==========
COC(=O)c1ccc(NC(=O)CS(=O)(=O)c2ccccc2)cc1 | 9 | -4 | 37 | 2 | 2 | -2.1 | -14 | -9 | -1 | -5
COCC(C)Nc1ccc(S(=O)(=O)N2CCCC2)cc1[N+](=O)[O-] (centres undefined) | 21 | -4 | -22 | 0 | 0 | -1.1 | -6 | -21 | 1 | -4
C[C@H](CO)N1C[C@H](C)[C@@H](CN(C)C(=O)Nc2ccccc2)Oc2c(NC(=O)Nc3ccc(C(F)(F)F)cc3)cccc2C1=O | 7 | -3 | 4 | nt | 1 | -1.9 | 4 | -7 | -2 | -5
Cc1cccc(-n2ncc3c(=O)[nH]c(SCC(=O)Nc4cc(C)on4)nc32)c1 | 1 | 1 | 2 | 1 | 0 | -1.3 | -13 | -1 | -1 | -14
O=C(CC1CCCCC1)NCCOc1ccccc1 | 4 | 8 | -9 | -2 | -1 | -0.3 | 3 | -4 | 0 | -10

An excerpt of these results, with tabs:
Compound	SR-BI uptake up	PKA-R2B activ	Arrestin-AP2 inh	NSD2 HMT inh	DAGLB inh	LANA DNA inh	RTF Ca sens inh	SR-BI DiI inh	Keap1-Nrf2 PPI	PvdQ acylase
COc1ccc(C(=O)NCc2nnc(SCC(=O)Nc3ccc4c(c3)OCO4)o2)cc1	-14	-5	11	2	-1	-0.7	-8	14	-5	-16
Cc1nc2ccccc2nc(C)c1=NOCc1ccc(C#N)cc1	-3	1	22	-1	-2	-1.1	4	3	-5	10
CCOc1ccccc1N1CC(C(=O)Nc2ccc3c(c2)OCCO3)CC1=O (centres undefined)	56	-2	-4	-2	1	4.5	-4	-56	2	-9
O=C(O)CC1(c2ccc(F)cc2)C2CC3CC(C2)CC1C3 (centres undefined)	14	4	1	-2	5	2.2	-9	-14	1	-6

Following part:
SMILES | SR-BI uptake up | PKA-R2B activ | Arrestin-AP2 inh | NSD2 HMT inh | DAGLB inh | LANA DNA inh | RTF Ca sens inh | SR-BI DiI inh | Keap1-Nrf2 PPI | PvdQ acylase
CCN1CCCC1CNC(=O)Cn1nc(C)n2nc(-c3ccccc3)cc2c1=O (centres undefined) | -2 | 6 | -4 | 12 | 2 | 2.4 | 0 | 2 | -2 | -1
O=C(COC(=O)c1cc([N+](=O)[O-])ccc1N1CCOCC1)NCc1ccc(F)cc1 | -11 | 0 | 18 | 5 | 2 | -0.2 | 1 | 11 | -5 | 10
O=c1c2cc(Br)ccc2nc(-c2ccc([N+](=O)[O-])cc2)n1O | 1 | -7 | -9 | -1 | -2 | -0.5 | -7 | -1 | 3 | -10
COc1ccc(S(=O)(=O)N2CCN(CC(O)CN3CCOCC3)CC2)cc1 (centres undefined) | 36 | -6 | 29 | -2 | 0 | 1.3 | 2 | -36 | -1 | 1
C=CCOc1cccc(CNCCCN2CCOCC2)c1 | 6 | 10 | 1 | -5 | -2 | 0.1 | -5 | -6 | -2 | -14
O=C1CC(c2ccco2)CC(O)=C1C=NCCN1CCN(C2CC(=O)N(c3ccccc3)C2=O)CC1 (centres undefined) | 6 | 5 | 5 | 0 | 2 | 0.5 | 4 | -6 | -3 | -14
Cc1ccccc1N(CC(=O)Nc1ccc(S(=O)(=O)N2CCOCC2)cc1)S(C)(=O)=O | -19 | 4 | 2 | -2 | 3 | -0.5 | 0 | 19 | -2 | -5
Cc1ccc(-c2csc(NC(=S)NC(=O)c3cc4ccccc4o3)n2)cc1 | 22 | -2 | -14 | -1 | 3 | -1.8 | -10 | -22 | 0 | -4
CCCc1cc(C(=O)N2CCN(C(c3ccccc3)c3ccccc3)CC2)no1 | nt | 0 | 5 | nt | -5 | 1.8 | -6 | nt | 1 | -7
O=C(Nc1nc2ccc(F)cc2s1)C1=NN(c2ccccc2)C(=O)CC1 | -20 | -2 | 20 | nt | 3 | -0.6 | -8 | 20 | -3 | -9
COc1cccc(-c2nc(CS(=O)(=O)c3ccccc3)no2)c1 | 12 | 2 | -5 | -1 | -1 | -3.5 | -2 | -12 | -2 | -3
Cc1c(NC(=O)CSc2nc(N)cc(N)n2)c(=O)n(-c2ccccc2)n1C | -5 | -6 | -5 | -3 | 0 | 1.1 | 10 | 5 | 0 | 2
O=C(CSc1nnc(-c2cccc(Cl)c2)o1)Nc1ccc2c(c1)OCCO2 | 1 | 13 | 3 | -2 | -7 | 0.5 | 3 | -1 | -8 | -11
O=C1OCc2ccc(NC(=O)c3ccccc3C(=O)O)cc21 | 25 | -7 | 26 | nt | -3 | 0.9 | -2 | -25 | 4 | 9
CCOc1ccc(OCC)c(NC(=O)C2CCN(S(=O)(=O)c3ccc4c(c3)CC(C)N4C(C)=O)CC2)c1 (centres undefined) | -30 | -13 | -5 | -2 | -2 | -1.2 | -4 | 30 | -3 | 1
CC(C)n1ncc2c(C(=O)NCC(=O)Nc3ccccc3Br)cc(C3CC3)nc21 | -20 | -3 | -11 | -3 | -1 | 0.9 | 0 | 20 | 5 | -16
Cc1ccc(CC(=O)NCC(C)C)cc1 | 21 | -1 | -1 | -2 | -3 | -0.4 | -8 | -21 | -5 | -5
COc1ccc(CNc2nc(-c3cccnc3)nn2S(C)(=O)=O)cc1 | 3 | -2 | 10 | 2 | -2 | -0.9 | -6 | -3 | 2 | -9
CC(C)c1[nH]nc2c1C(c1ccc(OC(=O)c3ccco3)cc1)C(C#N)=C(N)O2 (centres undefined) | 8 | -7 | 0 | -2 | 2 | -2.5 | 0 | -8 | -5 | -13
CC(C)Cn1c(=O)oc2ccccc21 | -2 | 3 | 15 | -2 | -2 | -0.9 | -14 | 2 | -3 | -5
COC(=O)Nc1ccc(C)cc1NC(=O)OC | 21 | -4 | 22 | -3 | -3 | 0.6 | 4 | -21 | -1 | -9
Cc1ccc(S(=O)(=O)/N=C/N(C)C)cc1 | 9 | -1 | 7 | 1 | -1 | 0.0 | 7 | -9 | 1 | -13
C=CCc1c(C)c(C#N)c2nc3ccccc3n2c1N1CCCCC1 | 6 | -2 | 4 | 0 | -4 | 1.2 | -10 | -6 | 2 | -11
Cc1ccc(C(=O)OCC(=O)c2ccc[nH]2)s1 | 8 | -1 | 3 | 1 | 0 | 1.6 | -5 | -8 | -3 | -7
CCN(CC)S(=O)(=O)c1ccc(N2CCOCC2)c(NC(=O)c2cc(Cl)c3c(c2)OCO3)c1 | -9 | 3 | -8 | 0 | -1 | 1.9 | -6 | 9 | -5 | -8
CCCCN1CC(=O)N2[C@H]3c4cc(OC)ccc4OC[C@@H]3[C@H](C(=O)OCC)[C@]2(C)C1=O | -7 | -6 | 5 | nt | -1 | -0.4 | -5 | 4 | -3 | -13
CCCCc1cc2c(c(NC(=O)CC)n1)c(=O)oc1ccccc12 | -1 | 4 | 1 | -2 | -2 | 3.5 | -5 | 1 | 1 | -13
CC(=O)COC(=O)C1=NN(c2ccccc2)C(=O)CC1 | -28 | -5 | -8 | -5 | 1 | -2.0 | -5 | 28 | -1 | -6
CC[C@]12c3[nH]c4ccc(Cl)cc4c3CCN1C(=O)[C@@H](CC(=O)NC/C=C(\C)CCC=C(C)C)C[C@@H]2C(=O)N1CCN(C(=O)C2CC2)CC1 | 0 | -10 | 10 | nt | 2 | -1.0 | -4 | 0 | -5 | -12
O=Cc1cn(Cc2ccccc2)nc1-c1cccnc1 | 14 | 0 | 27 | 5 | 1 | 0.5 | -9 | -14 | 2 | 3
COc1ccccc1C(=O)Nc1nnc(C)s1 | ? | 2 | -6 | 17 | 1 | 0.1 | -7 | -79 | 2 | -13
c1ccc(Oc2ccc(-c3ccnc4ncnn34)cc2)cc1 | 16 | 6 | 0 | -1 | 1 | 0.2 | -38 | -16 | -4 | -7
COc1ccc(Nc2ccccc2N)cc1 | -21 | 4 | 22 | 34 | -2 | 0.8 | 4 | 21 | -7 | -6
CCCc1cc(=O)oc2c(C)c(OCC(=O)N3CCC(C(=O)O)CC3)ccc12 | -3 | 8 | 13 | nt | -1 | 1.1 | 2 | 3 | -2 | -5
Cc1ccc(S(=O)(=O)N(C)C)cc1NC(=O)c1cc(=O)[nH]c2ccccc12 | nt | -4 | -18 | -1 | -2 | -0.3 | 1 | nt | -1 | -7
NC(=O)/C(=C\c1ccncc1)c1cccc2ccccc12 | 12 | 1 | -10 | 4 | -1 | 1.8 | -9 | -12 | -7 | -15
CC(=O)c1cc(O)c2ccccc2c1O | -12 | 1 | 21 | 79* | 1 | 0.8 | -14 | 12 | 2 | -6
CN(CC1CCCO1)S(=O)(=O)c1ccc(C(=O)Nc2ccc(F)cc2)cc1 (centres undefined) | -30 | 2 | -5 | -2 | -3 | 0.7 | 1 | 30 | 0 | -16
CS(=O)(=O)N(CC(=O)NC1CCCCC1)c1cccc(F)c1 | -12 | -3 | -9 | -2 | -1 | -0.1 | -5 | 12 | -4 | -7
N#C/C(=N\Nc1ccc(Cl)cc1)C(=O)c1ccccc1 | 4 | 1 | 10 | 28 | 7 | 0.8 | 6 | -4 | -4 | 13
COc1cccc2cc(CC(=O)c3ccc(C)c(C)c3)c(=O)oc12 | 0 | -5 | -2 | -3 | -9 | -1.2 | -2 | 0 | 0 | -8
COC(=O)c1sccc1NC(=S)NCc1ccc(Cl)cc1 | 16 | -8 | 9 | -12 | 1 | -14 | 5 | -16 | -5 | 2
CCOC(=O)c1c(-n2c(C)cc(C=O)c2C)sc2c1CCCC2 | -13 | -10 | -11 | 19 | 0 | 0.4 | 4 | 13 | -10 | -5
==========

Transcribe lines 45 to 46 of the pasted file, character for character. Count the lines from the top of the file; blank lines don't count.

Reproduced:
c1ccc(Oc2ccc(-c3ccnc4ncnn34)cc2)cc1 | 16 | 6 | 0 | -1 | 1 | 0.2 | -38 | -16 | -4 | -7
COc1ccc(Nc2ccccc2N)cc1 | -21 | 4 | 22 | 34 | -2 | 0.8 | 4 | 21 | -7 | -6